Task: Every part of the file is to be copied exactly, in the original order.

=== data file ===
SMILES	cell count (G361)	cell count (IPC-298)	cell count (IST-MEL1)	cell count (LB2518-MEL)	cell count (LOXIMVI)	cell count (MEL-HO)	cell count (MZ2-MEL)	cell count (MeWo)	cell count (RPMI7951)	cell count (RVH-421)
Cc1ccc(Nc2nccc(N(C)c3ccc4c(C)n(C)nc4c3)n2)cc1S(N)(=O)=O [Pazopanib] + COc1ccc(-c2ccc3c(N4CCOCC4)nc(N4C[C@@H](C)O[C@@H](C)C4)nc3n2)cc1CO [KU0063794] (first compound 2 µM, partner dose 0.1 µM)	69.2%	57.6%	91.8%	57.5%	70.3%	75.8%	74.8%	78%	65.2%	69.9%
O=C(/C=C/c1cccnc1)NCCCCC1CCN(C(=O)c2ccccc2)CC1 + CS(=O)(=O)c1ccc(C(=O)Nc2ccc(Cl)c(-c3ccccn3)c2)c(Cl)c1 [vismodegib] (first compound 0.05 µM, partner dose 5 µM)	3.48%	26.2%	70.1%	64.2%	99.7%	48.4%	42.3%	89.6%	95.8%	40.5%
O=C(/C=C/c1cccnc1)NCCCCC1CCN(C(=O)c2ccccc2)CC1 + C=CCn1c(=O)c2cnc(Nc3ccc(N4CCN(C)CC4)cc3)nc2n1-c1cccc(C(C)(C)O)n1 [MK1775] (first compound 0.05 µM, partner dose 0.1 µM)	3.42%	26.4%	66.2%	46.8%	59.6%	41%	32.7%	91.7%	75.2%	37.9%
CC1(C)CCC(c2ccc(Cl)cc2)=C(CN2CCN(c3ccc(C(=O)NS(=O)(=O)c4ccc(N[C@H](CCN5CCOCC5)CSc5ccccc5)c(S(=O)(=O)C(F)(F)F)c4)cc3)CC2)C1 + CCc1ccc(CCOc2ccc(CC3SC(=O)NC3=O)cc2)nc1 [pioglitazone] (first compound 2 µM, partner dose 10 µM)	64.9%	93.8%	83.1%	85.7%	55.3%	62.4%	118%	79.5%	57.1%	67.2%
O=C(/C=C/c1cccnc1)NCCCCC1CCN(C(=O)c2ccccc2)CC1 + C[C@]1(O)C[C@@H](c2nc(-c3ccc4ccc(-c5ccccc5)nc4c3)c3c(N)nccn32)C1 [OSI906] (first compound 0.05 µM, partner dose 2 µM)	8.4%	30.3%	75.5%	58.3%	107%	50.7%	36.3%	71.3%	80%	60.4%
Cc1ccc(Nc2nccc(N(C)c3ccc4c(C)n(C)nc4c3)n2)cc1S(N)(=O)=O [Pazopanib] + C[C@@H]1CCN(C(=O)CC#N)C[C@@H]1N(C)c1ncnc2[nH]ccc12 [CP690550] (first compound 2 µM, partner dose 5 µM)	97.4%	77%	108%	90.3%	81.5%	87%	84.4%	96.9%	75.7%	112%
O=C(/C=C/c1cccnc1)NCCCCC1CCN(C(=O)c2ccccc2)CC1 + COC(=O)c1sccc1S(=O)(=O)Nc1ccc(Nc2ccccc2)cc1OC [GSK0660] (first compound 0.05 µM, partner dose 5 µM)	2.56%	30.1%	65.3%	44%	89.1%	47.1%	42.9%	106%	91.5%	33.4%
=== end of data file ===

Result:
SMILES	cell count (G361)	cell count (IPC-298)	cell count (IST-MEL1)	cell count (LB2518-MEL)	cell count (LOXIMVI)	cell count (MEL-HO)	cell count (MZ2-MEL)	cell count (MeWo)	cell count (RPMI7951)	cell count (RVH-421)
Cc1ccc(Nc2nccc(N(C)c3ccc4c(C)n(C)nc4c3)n2)cc1S(N)(=O)=O [Pazopanib] + COc1ccc(-c2ccc3c(N4CCOCC4)nc(N4C[C@@H](C)O[C@@H](C)C4)nc3n2)cc1CO [KU0063794] (first compound 2 µM, partner dose 0.1 µM)	69.2%	57.6%	91.8%	57.5%	70.3%	75.8%	74.8%	78%	65.2%	69.9%
O=C(/C=C/c1cccnc1)NCCCCC1CCN(C(=O)c2ccccc2)CC1 + CS(=O)(=O)c1ccc(C(=O)Nc2ccc(Cl)c(-c3ccccn3)c2)c(Cl)c1 [vismodegib] (first compound 0.05 µM, partner dose 5 µM)	3.48%	26.2%	70.1%	64.2%	99.7%	48.4%	42.3%	89.6%	95.8%	40.5%
O=C(/C=C/c1cccnc1)NCCCCC1CCN(C(=O)c2ccccc2)CC1 + C=CCn1c(=O)c2cnc(Nc3ccc(N4CCN(C)CC4)cc3)nc2n1-c1cccc(C(C)(C)O)n1 [MK1775] (first compound 0.05 µM, partner dose 0.1 µM)	3.42%	26.4%	66.2%	46.8%	59.6%	41%	32.7%	91.7%	75.2%	37.9%
CC1(C)CCC(c2ccc(Cl)cc2)=C(CN2CCN(c3ccc(C(=O)NS(=O)(=O)c4ccc(N[C@H](CCN5CCOCC5)CSc5ccccc5)c(S(=O)(=O)C(F)(F)F)c4)cc3)CC2)C1 + CCc1ccc(CCOc2ccc(CC3SC(=O)NC3=O)cc2)nc1 [pioglitazone] (first compound 2 µM, partner dose 10 µM)	64.9%	93.8%	83.1%	85.7%	55.3%	62.4%	118%	79.5%	57.1%	67.2%
O=C(/C=C/c1cccnc1)NCCCCC1CCN(C(=O)c2ccccc2)CC1 + C[C@]1(O)C[C@@H](c2nc(-c3ccc4ccc(-c5ccccc5)nc4c3)c3c(N)nccn32)C1 [OSI906] (first compound 0.05 µM, partner dose 2 µM)	8.4%	30.3%	75.5%	58.3%	107%	50.7%	36.3%	71.3%	80%	60.4%
Cc1ccc(Nc2nccc(N(C)c3ccc4c(C)n(C)nc4c3)n2)cc1S(N)(=O)=O [Pazopanib] + C[C@@H]1CCN(C(=O)CC#N)C[C@@H]1N(C)c1ncnc2[nH]ccc12 [CP690550] (first compound 2 µM, partner dose 5 µM)	97.4%	77%	108%	90.3%	81.5%	87%	84.4%	96.9%	75.7%	112%
O=C(/C=C/c1cccnc1)NCCCCC1CCN(C(=O)c2ccccc2)CC1 + COC(=O)c1sccc1S(=O)(=O)Nc1ccc(Nc2ccccc2)cc1OC [GSK0660] (first compound 0.05 µM, partner dose 5 µM)	2.56%	30.1%	65.3%	44%	89.1%	47.1%	42.9%	106%	91.5%	33.4%